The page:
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Enhanced crop yields through water penetration: Agriculture irrigation service platform provides key advantages

Known for the “best potatoes in the world,” the state of Idaho generates approximately $4 billion in annual agricultural revenue (according to the U.S. Department of Agriculture, 2017). The crop basin surrounding the Snake River has a diverse range of agricultural commodities and specialized crops, including a burgeoning livestock portfolio. The area generates approximately 29 percent of potato production in the U.S. The success of these yields relies heavily on the effectiveness of scalable farming practices, soil chemistry, and maximization of water resources.

The Snake River Valley basin has recently fallen victim to outdated farm practices resulting in runoff management issues and variable soil chemistry. Agricultural runoff has resulted in regional source water concerns, contributing to challenging soil conditions and therefore lower crop yields in recent years. The need for effective chemical injection to mitigate these source water concerns is an ongoing issue.

To overcome these challenges, agricultural trailblazer Crop Production Services Inc. (CPS) partnered with leading Industrial Internet of Things (IIoT) solutions firm AMI Global to provide customized technology to farmers of the Snake River Valley basin.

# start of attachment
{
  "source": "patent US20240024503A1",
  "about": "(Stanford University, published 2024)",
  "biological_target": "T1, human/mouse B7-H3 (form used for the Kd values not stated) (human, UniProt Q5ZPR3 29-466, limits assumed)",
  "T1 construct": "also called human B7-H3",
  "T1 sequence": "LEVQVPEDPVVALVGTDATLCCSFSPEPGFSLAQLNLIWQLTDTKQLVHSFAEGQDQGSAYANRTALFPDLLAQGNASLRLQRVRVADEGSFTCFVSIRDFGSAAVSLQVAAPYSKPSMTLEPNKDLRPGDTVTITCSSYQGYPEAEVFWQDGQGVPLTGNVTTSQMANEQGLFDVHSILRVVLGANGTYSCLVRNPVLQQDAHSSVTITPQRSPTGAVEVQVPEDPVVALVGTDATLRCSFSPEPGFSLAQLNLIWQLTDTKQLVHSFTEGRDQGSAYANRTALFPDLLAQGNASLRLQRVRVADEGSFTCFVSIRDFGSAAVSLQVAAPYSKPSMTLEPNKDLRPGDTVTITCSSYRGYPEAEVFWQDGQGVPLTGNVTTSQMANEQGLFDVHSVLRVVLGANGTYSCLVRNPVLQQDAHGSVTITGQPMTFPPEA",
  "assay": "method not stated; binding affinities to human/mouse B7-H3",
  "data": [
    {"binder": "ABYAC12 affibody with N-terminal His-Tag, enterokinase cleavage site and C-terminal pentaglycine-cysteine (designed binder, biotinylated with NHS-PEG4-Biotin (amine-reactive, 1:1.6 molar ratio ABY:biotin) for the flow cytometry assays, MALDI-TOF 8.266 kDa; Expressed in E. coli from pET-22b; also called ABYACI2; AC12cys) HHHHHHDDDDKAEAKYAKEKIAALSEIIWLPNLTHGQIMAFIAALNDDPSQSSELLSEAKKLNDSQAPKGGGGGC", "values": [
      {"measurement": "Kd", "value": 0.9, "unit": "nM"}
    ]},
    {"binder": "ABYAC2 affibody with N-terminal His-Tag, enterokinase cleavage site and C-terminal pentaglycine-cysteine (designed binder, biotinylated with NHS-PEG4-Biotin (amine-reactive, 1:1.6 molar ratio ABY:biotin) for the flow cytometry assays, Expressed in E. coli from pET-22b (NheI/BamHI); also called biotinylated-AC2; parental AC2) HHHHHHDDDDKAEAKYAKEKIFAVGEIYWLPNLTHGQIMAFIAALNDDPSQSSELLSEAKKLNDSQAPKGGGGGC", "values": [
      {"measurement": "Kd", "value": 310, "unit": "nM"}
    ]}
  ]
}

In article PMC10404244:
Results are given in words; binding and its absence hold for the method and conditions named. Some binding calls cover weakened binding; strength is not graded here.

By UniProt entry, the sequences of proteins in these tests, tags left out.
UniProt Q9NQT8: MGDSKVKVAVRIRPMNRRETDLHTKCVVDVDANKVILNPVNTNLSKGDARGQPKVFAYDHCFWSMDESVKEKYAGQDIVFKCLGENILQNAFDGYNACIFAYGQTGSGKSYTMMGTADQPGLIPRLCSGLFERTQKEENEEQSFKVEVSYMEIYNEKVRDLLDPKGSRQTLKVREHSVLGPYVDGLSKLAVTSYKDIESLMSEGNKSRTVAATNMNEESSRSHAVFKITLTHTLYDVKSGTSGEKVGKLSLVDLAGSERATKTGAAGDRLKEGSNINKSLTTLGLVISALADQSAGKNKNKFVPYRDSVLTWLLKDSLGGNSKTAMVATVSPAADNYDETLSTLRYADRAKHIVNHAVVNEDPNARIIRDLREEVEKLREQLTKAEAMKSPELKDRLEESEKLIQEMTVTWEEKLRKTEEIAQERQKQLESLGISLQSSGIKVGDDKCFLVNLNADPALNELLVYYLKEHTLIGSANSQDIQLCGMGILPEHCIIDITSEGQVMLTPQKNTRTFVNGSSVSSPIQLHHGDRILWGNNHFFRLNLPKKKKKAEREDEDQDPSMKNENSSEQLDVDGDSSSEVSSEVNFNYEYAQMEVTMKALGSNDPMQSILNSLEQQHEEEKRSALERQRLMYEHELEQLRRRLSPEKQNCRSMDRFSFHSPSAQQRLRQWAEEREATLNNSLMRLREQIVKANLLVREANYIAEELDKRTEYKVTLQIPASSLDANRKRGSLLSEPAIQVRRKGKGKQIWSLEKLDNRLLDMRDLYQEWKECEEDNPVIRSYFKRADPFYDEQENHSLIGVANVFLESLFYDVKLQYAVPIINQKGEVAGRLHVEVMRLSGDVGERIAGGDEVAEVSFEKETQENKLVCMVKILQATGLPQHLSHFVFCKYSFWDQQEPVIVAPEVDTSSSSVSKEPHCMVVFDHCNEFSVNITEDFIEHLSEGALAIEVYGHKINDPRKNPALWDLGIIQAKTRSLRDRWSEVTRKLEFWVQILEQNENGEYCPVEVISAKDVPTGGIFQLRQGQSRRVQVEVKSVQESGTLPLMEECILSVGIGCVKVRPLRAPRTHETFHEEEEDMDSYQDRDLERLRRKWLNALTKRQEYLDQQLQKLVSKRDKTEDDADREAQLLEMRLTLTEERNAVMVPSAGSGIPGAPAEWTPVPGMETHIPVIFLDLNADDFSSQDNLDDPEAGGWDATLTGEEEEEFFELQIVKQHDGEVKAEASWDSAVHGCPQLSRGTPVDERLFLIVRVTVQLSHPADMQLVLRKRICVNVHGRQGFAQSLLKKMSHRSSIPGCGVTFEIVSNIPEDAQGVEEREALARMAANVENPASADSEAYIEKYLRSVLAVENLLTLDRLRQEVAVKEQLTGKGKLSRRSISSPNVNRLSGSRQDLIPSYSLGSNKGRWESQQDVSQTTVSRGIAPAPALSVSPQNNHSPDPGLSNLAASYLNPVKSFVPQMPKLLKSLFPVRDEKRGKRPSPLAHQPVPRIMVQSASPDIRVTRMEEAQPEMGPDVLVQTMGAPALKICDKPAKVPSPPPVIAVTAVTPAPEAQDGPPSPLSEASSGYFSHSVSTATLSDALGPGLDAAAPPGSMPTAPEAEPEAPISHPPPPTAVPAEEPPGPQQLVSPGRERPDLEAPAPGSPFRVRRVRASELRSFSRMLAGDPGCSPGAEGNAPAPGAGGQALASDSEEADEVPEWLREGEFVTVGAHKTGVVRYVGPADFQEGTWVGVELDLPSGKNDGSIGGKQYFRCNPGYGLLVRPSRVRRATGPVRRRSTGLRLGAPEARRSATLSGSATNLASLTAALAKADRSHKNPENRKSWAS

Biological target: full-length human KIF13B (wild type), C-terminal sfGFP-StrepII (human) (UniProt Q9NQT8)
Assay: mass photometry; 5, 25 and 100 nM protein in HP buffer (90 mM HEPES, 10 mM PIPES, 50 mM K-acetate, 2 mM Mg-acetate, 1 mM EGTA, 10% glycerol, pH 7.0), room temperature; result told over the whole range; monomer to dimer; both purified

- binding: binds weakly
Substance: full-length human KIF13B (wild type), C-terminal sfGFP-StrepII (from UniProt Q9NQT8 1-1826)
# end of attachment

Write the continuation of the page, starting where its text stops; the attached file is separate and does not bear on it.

CPS, a subsidiary of Agrium Inc., is focused on providing technology to the agricultural sector that minimizes environmental impact while also boosting effective growing methods. AMI Global specializes in IIoT systems focused on fluid management applications. By coupling the regional needs of CPS’ clientele with AMI Global’s customized IIoT technology, an effective solution was created that addressed soil adsorption issues and water penetration. More specifically, the effective collaboration between of CPS and AMI Global’s IIoT solutions reduced site runoff challenges, maximized water penetration, and saved farmers’ operational dollars stemming from rising energy, water use, and labor costs.

Customization is key for solving various problems

The maximization of agricultural crop yields continues to rely on a mix of science and technology, historical knowledge, and effective labor. At the heart of the Snake River Valley basin, this ongoing convergence abounds. Maintenance of soil chemistry, technical labor requirements (manual pH adjustments and ongoing field monitoring) at multiple farming sites, and large irrigation footprints creating stress on the regional source water are all factors that impact crop yields and operational costs.